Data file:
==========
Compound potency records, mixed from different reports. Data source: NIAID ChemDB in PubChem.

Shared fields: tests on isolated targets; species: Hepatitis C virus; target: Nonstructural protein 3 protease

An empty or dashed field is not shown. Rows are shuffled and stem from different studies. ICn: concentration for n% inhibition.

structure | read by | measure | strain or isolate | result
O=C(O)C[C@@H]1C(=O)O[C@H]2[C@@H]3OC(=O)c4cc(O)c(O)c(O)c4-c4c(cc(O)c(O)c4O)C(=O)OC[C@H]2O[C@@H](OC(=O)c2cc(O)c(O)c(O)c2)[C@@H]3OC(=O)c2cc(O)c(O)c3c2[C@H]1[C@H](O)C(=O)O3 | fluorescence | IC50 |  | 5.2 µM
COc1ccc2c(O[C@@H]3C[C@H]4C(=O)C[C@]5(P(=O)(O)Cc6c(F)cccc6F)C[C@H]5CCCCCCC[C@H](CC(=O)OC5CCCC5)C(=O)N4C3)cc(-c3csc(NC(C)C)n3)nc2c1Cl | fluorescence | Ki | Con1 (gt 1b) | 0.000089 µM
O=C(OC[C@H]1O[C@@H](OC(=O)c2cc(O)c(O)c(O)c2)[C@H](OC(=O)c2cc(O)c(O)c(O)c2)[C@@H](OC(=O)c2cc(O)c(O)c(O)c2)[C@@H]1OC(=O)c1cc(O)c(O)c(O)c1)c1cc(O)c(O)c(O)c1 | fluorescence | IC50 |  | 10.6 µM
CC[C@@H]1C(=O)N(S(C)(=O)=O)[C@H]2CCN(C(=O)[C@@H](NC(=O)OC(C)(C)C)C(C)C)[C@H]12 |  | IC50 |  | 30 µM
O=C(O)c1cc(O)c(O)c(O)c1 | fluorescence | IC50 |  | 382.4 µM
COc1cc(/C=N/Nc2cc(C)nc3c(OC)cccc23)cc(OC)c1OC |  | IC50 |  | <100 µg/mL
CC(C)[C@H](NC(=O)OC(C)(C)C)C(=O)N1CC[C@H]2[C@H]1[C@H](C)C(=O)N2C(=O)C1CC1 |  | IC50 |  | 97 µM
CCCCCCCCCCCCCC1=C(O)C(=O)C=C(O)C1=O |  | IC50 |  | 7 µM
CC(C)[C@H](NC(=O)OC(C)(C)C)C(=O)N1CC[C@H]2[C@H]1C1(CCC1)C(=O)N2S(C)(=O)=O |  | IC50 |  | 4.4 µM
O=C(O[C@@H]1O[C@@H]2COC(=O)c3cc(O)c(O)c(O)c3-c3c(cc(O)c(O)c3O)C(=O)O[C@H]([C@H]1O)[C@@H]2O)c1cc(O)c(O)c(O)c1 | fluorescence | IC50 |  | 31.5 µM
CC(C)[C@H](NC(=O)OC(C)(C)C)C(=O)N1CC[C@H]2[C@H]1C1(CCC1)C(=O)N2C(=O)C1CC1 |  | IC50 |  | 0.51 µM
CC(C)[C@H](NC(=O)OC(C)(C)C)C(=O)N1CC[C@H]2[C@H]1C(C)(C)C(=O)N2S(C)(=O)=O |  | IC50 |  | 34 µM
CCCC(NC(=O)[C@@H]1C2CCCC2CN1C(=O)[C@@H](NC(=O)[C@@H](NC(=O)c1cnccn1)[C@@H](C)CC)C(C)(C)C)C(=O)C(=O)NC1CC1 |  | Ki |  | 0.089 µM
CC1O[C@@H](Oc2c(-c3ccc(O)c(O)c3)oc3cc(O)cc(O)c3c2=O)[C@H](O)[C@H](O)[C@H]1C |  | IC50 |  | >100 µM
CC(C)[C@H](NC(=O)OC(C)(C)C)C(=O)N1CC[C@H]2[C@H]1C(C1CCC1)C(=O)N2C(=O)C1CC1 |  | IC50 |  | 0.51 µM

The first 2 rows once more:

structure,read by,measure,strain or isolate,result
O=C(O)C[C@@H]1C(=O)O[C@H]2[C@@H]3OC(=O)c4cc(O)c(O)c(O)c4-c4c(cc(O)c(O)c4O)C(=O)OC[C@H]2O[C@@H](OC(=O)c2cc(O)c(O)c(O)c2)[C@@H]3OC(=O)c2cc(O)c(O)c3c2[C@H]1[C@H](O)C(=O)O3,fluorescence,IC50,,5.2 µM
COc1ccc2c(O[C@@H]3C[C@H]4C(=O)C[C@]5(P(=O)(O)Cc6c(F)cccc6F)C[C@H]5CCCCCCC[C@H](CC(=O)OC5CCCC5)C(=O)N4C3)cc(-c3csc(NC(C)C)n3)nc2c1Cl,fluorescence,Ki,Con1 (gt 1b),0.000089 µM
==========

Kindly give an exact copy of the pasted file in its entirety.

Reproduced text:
Compound potency records, mixed from different reports. Data source: NIAID ChemDB in PubChem.

Shared fields: tests on isolated targets; species: Hepatitis C virus; target: Nonstructural protein 3 protease

An empty or dashed field is not shown. Rows are shuffled and stem from different studies. ICn: concentration for n% inhibition.

structure | read by | measure | strain or isolate | result
O=C(O)C[C@@H]1C(=O)O[C@H]2[C@@H]3OC(=O)c4cc(O)c(O)c(O)c4-c4c(cc(O)c(O)c4O)C(=O)OC[C@H]2O[C@@H](OC(=O)c2cc(O)c(O)c(O)c2)[C@@H]3OC(=O)c2cc(O)c(O)c3c2[C@H]1[C@H](O)C(=O)O3 | fluorescence | IC50 |  | 5.2 µM
COc1ccc2c(O[C@@H]3C[C@H]4C(=O)C[C@]5(P(=O)(O)Cc6c(F)cccc6F)C[C@H]5CCCCCCC[C@H](CC(=O)OC5CCCC5)C(=O)N4C3)cc(-c3csc(NC(C)C)n3)nc2c1Cl | fluorescence | Ki | Con1 (gt 1b) | 0.000089 µM
O=C(OC[C@H]1O[C@@H](OC(=O)c2cc(O)c(O)c(O)c2)[C@H](OC(=O)c2cc(O)c(O)c(O)c2)[C@@H](OC(=O)c2cc(O)c(O)c(O)c2)[C@@H]1OC(=O)c1cc(O)c(O)c(O)c1)c1cc(O)c(O)c(O)c1 | fluorescence | IC50 |  | 10.6 µM
CC[C@@H]1C(=O)N(S(C)(=O)=O)[C@H]2CCN(C(=O)[C@@H](NC(=O)OC(C)(C)C)C(C)C)[C@H]12 |  | IC50 |  | 30 µM
O=C(O)c1cc(O)c(O)c(O)c1 | fluorescence | IC50 |  | 382.4 µM
COc1cc(/C=N/Nc2cc(C)nc3c(OC)cccc23)cc(OC)c1OC |  | IC50 |  | <100 µg/mL
CC(C)[C@H](NC(=O)OC(C)(C)C)C(=O)N1CC[C@H]2[C@H]1[C@H](C)C(=O)N2C(=O)C1CC1 |  | IC50 |  | 97 µM
CCCCCCCCCCCCCC1=C(O)C(=O)C=C(O)C1=O |  | IC50 |  | 7 µM
CC(C)[C@H](NC(=O)OC(C)(C)C)C(=O)N1CC[C@H]2[C@H]1C1(CCC1)C(=O)N2S(C)(=O)=O |  | IC50 |  | 4.4 µM
O=C(O[C@@H]1O[C@@H]2COC(=O)c3cc(O)c(O)c(O)c3-c3c(cc(O)c(O)c3O)C(=O)O[C@H]([C@H]1O)[C@@H]2O)c1cc(O)c(O)c(O)c1 | fluorescence | IC50 |  | 31.5 µM
CC(C)[C@H](NC(=O)OC(C)(C)C)C(=O)N1CC[C@H]2[C@H]1C1(CCC1)C(=O)N2C(=O)C1CC1 |  | IC50 |  | 0.51 µM
CC(C)[C@H](NC(=O)OC(C)(C)C)C(=O)N1CC[C@H]2[C@H]1C(C)(C)C(=O)N2S(C)(=O)=O |  | IC50 |  | 34 µM
CCCC(NC(=O)[C@@H]1C2CCCC2CN1C(=O)[C@@H](NC(=O)[C@@H](NC(=O)c1cnccn1)[C@@H](C)CC)C(C)(C)C)C(=O)C(=O)NC1CC1 |  | Ki |  | 0.089 µM
CC1O[C@@H](Oc2c(-c3ccc(O)c(O)c3)oc3cc(O)cc(O)c3c2=O)[C@H](O)[C@H](O)[C@H]1C |  | IC50 |  | >100 µM
CC(C)[C@H](NC(=O)OC(C)(C)C)C(=O)N1CC[C@H]2[C@H]1C(C1CCC1)C(=O)N2C(=O)C1CC1 |  | IC50 |  | 0.51 µM

The first 2 rows once more:

structure,read by,measure,strain or isolate,result
O=C(O)C[C@@H]1C(=O)O[C@H]2[C@@H]3OC(=O)c4cc(O)c(O)c(O)c4-c4c(cc(O)c(O)c4O)C(=O)OC[C@H]2O[C@@H](OC(=O)c2cc(O)c(O)c(O)c2)[C@@H]3OC(=O)c2cc(O)c(O)c3c2[C@H]1[C@H](O)C(=O)O3,fluorescence,IC50,,5.2 µM
COc1ccc2c(O[C@@H]3C[C@H]4C(=O)C[C@]5(P(=O)(O)Cc6c(F)cccc6F)C[C@H]5CCCCCCC[C@H](CC(=O)OC5CCCC5)C(=O)N4C3)cc(-c3csc(NC(C)C)n3)nc2c1Cl,fluorescence,Ki,Con1 (gt 1b),0.000089 µM